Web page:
Most of us know what it means to be a “good girl.” Good girls keep quiet, they do what they are told, they don’t complain, and they don’t talk back to the boss. They are definitely not  “troublemakers.”

In her book, The Good Girls Revolt: How the Women of Newsweek Sued Their Bosses and Changed the Workplace, author Lynn Povich provides a candid, step-by-step account of how, in 1970, she and 45 other women working at Newsweek went against their “good girl” upbringing and charged the magazine with discrimination in hiring and promotion.

These so-called good girls grew up under the strict social order of post–World War II America and came of age in the tumultuous 1960s. They were well-educated, talented, and largely apolitical. Many of them, like Povich, who went to Vassar, had degrees from one of the Seven Sisters schools. Back then, women like her, she writes, “were praised for their intelligence and commended for their capabilities but certainly not encouraged to have careers.”

At Newsweek, Povich and her female colleagues started in the mailroom or as fact-checkers and were ghettoized in the research department, while their male counterparts with identical credentials and résumés were groomed to be, or hired as, writers and editors.

Povich documents how the revolt was sparked during a consciousness-raising session; how it took root during clandestine meetings in the ladies’ room; and how, in its aftermath, some participants were promoted, while others weren’t ready for the increased opportunities or were unable to handle the suit’s resulting pressure and hostilities.

For her part, Povich became the first female senior editor at Newsweek in 1975, and went on to be editor-in-chief at Working Woman magazine and managing editor/senior executive producer for

The landmark lawsuit not only changed the system at Newsweek, it opened the door for similar actions at other publications. Eleanor Holmes Norton, the fiery civil rights attorney who initially took on the case, later told Povich, “because the women were so extraordinary, because the case was so clearly one of blatant, unmitigated discrimination, it made people understand discrimination against women in an important way.”

And yet, Povich doesn’t hesitate to remind us, “feminism isn’t finished.” Although her 25-year tenure at Newsweek ended in 1991, she opens the book in 2009 with Gen Xer Jessica Bennett, who, after starting work at Newsweek, suddenly encountered obstacles she couldn’t explain.

Eventually, Bennett and a few of her female colleagues—who were experiencing similar “obstacles” to their advancement while their male colleagues sailed up the ladder—learned about the case brought against the magazine almost 40 years before.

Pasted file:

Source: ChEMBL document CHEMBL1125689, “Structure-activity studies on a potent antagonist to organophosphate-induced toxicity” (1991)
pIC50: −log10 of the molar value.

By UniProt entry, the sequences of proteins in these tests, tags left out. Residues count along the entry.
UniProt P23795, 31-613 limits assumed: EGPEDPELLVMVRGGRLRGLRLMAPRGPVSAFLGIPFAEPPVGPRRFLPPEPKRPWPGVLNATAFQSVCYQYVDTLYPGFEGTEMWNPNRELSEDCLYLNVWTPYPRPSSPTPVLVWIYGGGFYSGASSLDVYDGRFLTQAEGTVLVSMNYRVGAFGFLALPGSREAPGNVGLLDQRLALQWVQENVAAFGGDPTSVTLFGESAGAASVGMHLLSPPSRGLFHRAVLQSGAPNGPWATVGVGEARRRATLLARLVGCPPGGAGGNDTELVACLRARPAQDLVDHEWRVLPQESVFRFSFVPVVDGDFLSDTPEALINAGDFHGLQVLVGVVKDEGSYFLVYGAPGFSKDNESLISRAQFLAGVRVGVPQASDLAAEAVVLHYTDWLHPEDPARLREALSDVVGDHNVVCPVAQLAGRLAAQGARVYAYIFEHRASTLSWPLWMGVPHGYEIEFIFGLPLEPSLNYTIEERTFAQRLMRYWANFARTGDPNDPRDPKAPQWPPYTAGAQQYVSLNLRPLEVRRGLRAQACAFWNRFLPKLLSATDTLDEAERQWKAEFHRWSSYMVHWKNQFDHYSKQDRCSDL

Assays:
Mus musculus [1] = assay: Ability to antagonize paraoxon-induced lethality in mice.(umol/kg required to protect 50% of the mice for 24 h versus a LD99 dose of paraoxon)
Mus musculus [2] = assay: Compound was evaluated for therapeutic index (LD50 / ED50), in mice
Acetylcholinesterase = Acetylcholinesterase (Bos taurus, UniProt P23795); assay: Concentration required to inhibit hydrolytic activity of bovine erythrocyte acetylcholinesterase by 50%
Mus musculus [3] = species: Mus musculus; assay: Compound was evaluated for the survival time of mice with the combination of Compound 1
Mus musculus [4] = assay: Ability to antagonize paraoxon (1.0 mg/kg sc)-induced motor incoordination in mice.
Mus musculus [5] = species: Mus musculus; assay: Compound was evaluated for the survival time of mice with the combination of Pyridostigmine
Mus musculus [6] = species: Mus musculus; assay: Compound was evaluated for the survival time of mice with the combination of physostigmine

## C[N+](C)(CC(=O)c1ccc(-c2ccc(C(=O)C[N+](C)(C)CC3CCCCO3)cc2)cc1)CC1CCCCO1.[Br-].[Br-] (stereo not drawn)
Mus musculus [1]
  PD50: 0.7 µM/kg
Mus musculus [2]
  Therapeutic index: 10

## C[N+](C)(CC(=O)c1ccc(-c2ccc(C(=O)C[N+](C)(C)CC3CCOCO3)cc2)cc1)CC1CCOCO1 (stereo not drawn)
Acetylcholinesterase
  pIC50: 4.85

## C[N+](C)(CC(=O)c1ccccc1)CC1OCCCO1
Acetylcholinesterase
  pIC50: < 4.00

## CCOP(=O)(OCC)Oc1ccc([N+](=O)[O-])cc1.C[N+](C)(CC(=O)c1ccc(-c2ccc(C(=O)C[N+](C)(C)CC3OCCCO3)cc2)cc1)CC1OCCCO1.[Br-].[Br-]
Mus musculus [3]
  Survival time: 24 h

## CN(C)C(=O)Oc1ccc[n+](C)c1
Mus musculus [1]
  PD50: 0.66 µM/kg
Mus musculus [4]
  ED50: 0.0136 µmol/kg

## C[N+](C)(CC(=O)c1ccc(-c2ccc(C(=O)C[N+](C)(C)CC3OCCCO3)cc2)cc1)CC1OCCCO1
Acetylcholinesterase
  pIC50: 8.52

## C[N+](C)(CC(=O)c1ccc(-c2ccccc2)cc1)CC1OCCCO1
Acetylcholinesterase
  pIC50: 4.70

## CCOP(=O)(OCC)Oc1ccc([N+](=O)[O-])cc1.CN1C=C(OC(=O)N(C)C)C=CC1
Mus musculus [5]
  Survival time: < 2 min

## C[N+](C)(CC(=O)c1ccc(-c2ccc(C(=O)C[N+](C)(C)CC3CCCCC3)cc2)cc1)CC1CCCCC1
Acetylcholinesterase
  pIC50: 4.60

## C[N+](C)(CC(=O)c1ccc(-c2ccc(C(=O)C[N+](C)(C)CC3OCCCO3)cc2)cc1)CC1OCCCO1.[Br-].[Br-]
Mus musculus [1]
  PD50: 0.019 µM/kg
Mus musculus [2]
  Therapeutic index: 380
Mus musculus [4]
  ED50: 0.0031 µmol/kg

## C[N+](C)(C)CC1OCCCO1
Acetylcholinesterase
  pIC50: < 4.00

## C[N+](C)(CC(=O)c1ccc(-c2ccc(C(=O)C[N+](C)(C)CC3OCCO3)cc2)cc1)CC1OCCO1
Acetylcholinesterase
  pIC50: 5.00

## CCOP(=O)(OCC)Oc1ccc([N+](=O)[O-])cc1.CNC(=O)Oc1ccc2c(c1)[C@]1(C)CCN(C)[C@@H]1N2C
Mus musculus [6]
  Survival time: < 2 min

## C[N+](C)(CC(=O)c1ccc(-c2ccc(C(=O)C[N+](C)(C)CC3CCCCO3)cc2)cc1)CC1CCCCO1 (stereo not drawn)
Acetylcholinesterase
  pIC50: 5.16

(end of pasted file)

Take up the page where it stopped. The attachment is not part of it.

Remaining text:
Until then, it hadn’t dawned on Bennett and her cohorts that these barriers were due to sexism. “Maybe it’s a female tendency to turn inward and blame yourself, but I never thought about sexism,” Bennett tells Povich. “We had gotten to the workforce and then something suddenly changed and we didn’t know what it was. After all, we had always accomplished everything we had set out to do, so naturally we would think we were doing something wrong—not that there was something wrong.”

It’s ironic that just as the groundbreaking lawsuit helped alleviate institutional sexism, it also cleared a path that allowed women like Bennett to see themselves as “post-feminist.”

Povich’s book reminds us that feminism remains relevant. Bennett and her colleagues were galvanized by their knowledge of the 1970 lawsuit. As a result, they pitched, and then wrote, an article (“Are We There Yet?”) that Newsweek eventually published in 2010, questioning how much had really changed for women both at the magazine and in the workplace over the last 40 years. Sadly, the statistics they cited spoke for themselves.

The piece received an overwhelmingly positive response from young staffers both male and female, writes Povich. After the story came out, she notes, “several women got promotions and there were more covers about women, written by women.”

That is why her documentation of the 1970 lawsuit is such a gift. It reminds us that we have the power to make change—we have only to use it, and that the fight for equal rights is uphill and ongoing.

As Harriet Rabb, one of the attorneys who worked on the case, says in the book’s epilogue,

 “It’s not over, and it’s never going to be over—the realization that people always have to have somebody who’s the other, that justice is so hard to come by, that fairness is so hard to come by. You hope that it will get better, and it does get better. But backsliding is so much easier than forward progress and there always has to be somebody who’s willing to step forward.”

I, for one, am grateful that back in 1970, Newsweek’s “good girls” had the courage to take that step.

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  • Leslie In Portland, Oregon October 14, 2012 at 8:29 pm

    As one who has been part of legislative and legal battles for gender equality since 1972, I have been amazed at how many of those struggles have been forgotten rather than learned from in similar later struggles. (As in, how could female Newsweek employees not have known about the battle against their employer’s gender discrimination nearly 40 years earlier?) Given how unforgettable those crucial struggles seem to me, it had not occurred to me that they have not been sufficiently documented for future generations. Thank you for putting a spotlight on this book and its lesson of the importance of telling, in a more pervasive way, the story of earlier struggles in a battle that most certainly is not over.

  • Roz Warren October 4, 2012 at 9:06 am

    This review is a gift! Thanks for writing it.